MSCI Dissertation Qualifying Exam - Brendan TurleyTuesday, August 15, 2017 - 1:00pm
Storms and stratification: drivers of larval fish mortality in the California Current ecosystem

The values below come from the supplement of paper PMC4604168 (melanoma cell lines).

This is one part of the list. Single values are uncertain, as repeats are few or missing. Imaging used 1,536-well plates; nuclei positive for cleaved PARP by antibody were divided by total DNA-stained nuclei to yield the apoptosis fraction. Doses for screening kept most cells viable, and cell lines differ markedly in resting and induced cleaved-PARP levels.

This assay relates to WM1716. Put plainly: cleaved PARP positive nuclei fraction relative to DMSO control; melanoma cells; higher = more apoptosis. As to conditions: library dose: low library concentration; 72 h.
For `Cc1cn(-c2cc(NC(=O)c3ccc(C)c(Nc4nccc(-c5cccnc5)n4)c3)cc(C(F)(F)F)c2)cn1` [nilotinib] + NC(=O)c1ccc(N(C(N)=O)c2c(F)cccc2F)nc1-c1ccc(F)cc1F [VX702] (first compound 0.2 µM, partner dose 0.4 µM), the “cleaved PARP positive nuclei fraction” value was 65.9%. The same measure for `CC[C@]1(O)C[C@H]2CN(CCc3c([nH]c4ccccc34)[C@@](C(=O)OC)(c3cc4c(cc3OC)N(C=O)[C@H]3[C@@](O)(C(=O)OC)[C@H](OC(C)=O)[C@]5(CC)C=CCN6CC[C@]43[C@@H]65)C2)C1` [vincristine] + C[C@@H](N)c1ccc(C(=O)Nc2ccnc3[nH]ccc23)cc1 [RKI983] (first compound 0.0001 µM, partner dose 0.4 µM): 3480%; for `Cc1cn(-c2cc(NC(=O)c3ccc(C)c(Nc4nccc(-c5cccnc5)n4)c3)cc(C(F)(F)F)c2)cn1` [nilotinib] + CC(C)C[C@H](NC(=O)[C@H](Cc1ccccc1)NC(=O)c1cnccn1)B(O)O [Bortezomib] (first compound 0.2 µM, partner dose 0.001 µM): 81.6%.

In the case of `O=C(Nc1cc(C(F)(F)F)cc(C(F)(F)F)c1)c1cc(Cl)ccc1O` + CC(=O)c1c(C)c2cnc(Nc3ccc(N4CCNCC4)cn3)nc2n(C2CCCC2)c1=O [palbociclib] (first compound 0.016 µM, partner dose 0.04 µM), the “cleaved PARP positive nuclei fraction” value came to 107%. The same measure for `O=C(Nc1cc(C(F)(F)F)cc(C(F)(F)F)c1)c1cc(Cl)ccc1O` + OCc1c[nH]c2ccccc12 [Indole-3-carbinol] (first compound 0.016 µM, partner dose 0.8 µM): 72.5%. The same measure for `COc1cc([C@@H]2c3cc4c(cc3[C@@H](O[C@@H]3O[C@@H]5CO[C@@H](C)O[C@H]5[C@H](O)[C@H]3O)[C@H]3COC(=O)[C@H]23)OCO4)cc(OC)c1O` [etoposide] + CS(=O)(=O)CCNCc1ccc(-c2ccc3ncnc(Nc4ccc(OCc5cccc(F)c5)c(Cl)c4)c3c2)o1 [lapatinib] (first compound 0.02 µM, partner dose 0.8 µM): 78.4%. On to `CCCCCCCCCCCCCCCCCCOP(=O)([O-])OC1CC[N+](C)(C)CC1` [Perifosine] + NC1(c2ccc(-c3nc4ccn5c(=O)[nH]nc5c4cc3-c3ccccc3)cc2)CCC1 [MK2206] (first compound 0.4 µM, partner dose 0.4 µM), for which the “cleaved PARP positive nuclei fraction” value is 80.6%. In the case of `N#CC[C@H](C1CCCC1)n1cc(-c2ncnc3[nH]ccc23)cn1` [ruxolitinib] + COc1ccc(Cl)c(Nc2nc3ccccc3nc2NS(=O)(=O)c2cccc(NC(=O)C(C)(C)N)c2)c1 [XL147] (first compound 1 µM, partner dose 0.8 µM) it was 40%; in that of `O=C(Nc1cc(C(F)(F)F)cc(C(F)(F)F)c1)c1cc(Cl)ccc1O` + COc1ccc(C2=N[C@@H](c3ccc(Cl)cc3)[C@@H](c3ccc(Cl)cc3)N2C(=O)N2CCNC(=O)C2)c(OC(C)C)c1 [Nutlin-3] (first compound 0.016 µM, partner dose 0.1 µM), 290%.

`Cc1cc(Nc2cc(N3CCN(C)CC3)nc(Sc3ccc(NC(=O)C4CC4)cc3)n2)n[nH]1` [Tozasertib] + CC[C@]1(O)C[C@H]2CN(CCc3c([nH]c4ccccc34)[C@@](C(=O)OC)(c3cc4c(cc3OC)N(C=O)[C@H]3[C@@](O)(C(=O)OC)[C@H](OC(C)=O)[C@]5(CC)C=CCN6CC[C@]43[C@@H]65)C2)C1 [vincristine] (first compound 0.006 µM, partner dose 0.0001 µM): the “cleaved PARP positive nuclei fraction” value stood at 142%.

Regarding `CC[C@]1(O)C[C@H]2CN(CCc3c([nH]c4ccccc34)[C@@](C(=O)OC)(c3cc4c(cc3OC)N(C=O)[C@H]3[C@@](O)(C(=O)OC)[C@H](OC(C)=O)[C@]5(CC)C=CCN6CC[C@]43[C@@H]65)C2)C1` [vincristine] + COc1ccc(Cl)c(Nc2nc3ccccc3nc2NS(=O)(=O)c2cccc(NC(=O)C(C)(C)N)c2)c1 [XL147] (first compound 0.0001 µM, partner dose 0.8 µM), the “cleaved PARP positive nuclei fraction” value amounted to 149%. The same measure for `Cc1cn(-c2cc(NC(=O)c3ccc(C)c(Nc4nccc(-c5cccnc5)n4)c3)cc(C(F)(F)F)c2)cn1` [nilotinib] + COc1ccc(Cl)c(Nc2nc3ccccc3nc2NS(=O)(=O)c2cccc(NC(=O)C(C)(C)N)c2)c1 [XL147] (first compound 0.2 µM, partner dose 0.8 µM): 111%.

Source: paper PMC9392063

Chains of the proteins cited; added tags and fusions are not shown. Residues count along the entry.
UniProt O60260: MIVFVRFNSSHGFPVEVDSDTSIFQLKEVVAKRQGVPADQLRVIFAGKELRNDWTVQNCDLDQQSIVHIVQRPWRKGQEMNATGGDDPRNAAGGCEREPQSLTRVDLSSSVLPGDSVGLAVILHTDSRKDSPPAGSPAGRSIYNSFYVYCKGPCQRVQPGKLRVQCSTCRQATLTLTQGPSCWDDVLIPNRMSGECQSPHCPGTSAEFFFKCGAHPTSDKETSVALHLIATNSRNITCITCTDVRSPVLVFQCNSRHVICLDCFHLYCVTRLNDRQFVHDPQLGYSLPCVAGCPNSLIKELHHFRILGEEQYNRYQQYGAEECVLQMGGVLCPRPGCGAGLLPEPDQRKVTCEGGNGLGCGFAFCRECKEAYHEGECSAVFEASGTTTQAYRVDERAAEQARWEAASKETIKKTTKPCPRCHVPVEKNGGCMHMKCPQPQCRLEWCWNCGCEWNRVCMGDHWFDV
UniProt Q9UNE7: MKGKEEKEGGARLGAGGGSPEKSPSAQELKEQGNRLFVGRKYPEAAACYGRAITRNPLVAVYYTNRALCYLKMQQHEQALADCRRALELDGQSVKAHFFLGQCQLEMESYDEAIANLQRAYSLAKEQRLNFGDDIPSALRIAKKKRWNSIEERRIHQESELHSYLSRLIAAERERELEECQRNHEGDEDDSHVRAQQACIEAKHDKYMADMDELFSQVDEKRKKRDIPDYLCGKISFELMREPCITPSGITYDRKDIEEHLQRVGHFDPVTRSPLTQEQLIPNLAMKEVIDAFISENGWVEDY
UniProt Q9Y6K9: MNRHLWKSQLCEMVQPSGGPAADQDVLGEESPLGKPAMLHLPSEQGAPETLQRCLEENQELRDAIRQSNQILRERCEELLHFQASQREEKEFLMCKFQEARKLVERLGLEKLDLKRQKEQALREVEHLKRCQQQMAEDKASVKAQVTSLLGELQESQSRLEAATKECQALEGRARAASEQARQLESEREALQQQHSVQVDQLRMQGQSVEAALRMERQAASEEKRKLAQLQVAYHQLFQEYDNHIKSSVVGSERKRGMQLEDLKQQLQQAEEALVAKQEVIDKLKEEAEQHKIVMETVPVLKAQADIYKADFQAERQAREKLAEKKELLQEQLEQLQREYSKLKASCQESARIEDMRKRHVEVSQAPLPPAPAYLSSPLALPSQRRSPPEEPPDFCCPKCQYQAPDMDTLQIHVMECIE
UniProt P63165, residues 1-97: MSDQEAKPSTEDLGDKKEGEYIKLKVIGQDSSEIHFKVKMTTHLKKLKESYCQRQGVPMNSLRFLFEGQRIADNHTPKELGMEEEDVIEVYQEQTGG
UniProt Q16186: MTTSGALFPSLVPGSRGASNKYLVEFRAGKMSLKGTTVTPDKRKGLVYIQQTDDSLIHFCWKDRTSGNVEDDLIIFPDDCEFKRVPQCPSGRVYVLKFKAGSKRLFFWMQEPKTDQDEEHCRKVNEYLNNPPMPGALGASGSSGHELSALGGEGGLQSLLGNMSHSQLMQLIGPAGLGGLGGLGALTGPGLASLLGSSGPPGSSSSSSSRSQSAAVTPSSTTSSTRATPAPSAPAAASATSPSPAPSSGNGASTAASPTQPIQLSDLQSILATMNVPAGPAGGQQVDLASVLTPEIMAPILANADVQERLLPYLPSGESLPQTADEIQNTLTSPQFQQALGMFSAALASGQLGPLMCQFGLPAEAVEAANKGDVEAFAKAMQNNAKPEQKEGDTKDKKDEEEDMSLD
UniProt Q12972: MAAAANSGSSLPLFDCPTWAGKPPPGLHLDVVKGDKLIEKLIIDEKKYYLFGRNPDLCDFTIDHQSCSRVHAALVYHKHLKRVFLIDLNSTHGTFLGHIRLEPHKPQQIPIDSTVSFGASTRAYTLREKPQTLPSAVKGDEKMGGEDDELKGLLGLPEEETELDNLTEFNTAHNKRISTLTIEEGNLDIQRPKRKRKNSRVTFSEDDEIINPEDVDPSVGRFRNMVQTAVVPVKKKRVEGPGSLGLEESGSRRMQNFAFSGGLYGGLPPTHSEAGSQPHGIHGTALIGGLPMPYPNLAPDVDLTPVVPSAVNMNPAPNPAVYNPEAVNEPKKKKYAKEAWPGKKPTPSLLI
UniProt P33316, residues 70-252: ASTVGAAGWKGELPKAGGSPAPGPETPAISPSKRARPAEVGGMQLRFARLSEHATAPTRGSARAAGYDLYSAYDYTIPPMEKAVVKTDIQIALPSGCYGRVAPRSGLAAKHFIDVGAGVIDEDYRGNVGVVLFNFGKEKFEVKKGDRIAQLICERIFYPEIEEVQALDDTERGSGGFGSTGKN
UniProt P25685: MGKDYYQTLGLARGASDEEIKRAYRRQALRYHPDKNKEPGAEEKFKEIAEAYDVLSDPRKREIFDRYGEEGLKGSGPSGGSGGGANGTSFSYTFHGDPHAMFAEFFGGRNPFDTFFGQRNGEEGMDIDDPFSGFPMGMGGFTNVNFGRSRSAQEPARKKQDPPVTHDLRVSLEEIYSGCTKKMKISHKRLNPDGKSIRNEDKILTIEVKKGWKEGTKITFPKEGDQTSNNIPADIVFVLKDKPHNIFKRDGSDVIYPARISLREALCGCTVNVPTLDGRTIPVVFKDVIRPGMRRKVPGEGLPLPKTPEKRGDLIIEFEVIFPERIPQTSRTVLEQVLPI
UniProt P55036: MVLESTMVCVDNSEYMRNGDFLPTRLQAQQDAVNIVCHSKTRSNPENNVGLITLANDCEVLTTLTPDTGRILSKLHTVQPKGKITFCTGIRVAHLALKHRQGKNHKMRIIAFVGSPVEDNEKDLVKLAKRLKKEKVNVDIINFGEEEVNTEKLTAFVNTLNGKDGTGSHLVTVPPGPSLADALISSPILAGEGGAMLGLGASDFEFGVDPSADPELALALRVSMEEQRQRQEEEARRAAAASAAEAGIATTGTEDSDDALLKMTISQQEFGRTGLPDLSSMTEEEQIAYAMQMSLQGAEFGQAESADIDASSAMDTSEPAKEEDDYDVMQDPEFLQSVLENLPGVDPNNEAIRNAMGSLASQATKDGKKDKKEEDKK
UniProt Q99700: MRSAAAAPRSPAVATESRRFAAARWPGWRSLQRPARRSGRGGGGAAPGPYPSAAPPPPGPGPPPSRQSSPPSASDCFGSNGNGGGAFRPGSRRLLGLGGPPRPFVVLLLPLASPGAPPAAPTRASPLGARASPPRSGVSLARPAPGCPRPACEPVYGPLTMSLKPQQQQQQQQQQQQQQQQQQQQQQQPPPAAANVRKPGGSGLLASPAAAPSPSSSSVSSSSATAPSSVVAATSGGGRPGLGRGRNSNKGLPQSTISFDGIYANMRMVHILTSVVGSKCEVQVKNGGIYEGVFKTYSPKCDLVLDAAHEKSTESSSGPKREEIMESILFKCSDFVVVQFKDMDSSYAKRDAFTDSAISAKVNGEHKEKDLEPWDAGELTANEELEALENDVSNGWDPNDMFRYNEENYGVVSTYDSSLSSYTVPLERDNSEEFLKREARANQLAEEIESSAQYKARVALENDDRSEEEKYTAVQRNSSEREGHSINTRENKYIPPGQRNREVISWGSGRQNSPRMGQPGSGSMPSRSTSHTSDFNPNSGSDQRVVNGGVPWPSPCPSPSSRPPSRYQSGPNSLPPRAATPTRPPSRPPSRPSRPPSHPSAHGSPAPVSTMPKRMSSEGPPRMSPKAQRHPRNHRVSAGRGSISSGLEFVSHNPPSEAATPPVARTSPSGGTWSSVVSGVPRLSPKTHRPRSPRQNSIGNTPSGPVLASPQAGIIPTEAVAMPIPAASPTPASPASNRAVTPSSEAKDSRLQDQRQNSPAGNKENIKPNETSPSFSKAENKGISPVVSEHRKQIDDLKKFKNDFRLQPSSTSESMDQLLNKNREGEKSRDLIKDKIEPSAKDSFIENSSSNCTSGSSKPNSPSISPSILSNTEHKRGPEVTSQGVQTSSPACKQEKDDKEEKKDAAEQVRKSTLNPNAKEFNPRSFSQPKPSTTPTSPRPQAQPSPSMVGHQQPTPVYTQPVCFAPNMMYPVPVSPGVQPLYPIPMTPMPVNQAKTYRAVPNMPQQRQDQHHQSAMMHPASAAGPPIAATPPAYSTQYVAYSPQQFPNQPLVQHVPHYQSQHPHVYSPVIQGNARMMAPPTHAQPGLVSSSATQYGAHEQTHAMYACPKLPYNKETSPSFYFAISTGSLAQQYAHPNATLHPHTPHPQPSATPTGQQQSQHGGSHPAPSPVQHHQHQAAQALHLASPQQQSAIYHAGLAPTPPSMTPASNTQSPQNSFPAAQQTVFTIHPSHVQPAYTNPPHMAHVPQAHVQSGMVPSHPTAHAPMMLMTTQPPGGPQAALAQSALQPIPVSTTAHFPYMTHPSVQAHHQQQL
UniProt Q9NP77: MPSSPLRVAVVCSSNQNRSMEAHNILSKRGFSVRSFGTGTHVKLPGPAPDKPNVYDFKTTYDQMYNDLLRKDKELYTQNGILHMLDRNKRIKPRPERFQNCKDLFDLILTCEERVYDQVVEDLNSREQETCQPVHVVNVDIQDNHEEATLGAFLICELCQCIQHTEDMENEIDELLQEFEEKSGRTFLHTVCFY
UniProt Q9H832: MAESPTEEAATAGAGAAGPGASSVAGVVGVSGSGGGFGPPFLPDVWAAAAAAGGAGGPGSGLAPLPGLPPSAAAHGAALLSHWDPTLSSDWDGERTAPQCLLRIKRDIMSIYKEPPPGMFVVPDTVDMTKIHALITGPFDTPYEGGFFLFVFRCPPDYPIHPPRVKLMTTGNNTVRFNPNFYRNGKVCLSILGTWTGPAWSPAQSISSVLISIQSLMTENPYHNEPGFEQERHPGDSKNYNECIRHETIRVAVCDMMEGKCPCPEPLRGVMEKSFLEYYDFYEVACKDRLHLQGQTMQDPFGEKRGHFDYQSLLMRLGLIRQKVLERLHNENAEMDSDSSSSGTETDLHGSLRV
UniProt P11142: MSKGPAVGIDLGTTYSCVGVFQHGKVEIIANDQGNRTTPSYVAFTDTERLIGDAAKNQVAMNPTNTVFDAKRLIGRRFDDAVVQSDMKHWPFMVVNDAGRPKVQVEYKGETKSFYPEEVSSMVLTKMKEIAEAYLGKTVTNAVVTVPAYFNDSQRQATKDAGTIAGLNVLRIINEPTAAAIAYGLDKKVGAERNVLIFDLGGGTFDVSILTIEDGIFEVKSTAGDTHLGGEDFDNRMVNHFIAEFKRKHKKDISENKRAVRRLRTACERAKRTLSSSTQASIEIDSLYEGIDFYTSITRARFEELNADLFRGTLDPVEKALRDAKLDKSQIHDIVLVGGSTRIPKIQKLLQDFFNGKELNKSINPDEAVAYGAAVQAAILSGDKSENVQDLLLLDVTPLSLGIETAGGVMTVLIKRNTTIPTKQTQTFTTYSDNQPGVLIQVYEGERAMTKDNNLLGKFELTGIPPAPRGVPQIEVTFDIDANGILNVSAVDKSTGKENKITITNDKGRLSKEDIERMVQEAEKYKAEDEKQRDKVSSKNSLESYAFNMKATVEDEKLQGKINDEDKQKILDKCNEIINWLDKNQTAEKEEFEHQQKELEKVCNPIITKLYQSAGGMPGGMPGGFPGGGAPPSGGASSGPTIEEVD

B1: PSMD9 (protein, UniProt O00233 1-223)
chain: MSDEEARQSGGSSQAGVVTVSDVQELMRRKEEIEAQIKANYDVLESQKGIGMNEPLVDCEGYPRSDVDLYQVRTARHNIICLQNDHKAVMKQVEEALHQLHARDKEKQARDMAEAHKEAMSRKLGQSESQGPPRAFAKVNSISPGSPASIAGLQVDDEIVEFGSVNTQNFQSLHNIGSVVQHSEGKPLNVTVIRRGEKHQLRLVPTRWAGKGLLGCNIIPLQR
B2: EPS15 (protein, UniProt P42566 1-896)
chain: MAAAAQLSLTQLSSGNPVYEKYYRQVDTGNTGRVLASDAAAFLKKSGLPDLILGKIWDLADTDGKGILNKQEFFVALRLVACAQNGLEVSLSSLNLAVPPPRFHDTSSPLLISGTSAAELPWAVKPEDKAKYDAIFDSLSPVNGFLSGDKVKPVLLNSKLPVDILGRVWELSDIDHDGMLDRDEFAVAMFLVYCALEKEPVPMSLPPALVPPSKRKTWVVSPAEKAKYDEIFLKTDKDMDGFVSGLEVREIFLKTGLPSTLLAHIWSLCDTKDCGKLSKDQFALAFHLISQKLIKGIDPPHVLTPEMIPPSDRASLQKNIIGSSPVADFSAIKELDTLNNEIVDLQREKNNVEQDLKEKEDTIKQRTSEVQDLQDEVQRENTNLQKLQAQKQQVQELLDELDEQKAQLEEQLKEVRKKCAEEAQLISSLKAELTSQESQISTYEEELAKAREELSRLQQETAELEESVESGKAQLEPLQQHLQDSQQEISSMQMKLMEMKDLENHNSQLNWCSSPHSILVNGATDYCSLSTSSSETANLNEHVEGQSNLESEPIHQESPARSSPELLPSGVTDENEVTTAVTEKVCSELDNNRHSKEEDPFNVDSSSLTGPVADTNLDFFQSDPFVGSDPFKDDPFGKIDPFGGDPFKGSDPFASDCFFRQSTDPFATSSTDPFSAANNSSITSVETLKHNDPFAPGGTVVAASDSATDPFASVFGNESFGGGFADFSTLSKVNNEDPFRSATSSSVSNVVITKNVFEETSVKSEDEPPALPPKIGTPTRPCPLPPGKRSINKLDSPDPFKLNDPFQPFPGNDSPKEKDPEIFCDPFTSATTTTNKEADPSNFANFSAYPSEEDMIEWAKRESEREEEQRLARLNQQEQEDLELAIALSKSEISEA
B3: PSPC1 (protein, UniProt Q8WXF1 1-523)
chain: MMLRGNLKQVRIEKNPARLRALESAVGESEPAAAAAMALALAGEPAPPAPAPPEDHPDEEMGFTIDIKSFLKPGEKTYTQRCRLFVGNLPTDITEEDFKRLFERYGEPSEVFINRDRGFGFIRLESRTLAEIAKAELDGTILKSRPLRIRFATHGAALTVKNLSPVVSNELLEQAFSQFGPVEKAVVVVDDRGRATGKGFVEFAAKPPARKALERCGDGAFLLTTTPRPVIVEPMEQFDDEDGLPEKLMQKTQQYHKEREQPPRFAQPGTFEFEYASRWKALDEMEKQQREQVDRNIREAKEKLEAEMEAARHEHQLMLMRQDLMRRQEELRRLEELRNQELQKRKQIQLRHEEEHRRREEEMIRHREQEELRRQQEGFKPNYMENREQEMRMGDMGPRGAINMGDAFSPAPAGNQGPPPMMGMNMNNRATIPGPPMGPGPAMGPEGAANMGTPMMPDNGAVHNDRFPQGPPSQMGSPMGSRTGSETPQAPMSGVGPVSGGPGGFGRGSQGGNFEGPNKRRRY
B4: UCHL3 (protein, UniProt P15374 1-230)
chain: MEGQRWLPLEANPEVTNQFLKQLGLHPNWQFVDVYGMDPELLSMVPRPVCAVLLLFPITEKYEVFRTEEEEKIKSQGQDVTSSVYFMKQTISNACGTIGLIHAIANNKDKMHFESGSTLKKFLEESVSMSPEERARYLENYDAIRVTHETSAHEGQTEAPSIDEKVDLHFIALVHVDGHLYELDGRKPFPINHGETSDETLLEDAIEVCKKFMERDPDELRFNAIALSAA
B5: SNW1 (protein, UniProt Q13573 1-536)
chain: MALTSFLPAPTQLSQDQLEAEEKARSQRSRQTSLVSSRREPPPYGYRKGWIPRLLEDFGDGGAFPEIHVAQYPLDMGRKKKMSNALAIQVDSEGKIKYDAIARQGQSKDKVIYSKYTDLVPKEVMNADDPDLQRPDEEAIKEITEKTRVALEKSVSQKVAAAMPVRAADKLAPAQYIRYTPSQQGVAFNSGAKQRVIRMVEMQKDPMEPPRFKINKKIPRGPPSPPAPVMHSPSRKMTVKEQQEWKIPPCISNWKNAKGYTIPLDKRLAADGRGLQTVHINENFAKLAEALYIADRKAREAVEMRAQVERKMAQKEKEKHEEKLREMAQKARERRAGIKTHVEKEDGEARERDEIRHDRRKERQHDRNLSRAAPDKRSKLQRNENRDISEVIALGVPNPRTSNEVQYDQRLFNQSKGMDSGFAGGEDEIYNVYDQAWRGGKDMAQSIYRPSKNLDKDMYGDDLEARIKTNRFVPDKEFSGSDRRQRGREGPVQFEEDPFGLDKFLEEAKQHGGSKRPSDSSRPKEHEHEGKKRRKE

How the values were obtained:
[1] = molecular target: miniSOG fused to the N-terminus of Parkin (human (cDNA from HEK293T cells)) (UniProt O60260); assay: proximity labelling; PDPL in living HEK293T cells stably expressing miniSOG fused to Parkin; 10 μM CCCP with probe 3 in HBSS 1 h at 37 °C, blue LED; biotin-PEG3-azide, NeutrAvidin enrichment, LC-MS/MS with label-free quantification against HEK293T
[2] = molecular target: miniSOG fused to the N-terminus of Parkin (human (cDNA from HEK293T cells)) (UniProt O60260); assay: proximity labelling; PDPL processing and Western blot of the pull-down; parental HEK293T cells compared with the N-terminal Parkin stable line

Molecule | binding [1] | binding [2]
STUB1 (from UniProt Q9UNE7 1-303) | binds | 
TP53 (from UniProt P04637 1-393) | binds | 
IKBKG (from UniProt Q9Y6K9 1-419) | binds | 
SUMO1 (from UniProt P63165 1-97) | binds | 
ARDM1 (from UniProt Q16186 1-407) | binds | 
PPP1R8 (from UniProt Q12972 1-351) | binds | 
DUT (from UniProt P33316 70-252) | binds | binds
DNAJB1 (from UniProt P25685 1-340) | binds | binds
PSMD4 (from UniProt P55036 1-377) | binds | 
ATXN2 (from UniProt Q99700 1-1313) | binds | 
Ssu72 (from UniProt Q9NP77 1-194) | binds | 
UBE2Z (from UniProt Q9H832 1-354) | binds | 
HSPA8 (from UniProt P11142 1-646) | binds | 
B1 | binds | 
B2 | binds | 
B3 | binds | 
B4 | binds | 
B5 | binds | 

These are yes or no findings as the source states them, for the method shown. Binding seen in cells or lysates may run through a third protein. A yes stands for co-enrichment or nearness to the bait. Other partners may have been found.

Populations of northern anchovy and Pacific sardine off the coast of western North America are notoriously variable. Recently, the populations of both species have declined to low levels disrupting the food web and forcing the closure of directed commercial fisheries. Because the early-life-history of these fishes is vital to population growth and the California Current is a turbulent upwelling ecosystem, my dissertation will focus on the physical influences on the early stages of these fishes. First, multi-decadal time-series of wind and oceanographic data will be used to investigate sequential patterns of wind events, stratification, and phytoplankton concentrations. Ichthyoplankton data, collected concurrently with physical data and consisting of eggs and larval fish abundances, will be used to estimate larval mortality and compared to concentrations of phytoplankton during turbulent and calm periods. Second, new mortality estimates related to periods of turbulence and calm will be used in a population model to simulate the effects that sequential larval mortality can have on overall population trajectories. Third, output from climate change projection models will be used to investigate the potential changes in the California Current ecosystem relevant to larval fish habitat and survival to the end of the 21st century. The results of my dissertation will provide new evidence concerning the role that wind, stratification, and phytoplankton have on larval fish mortality and population fluctuations.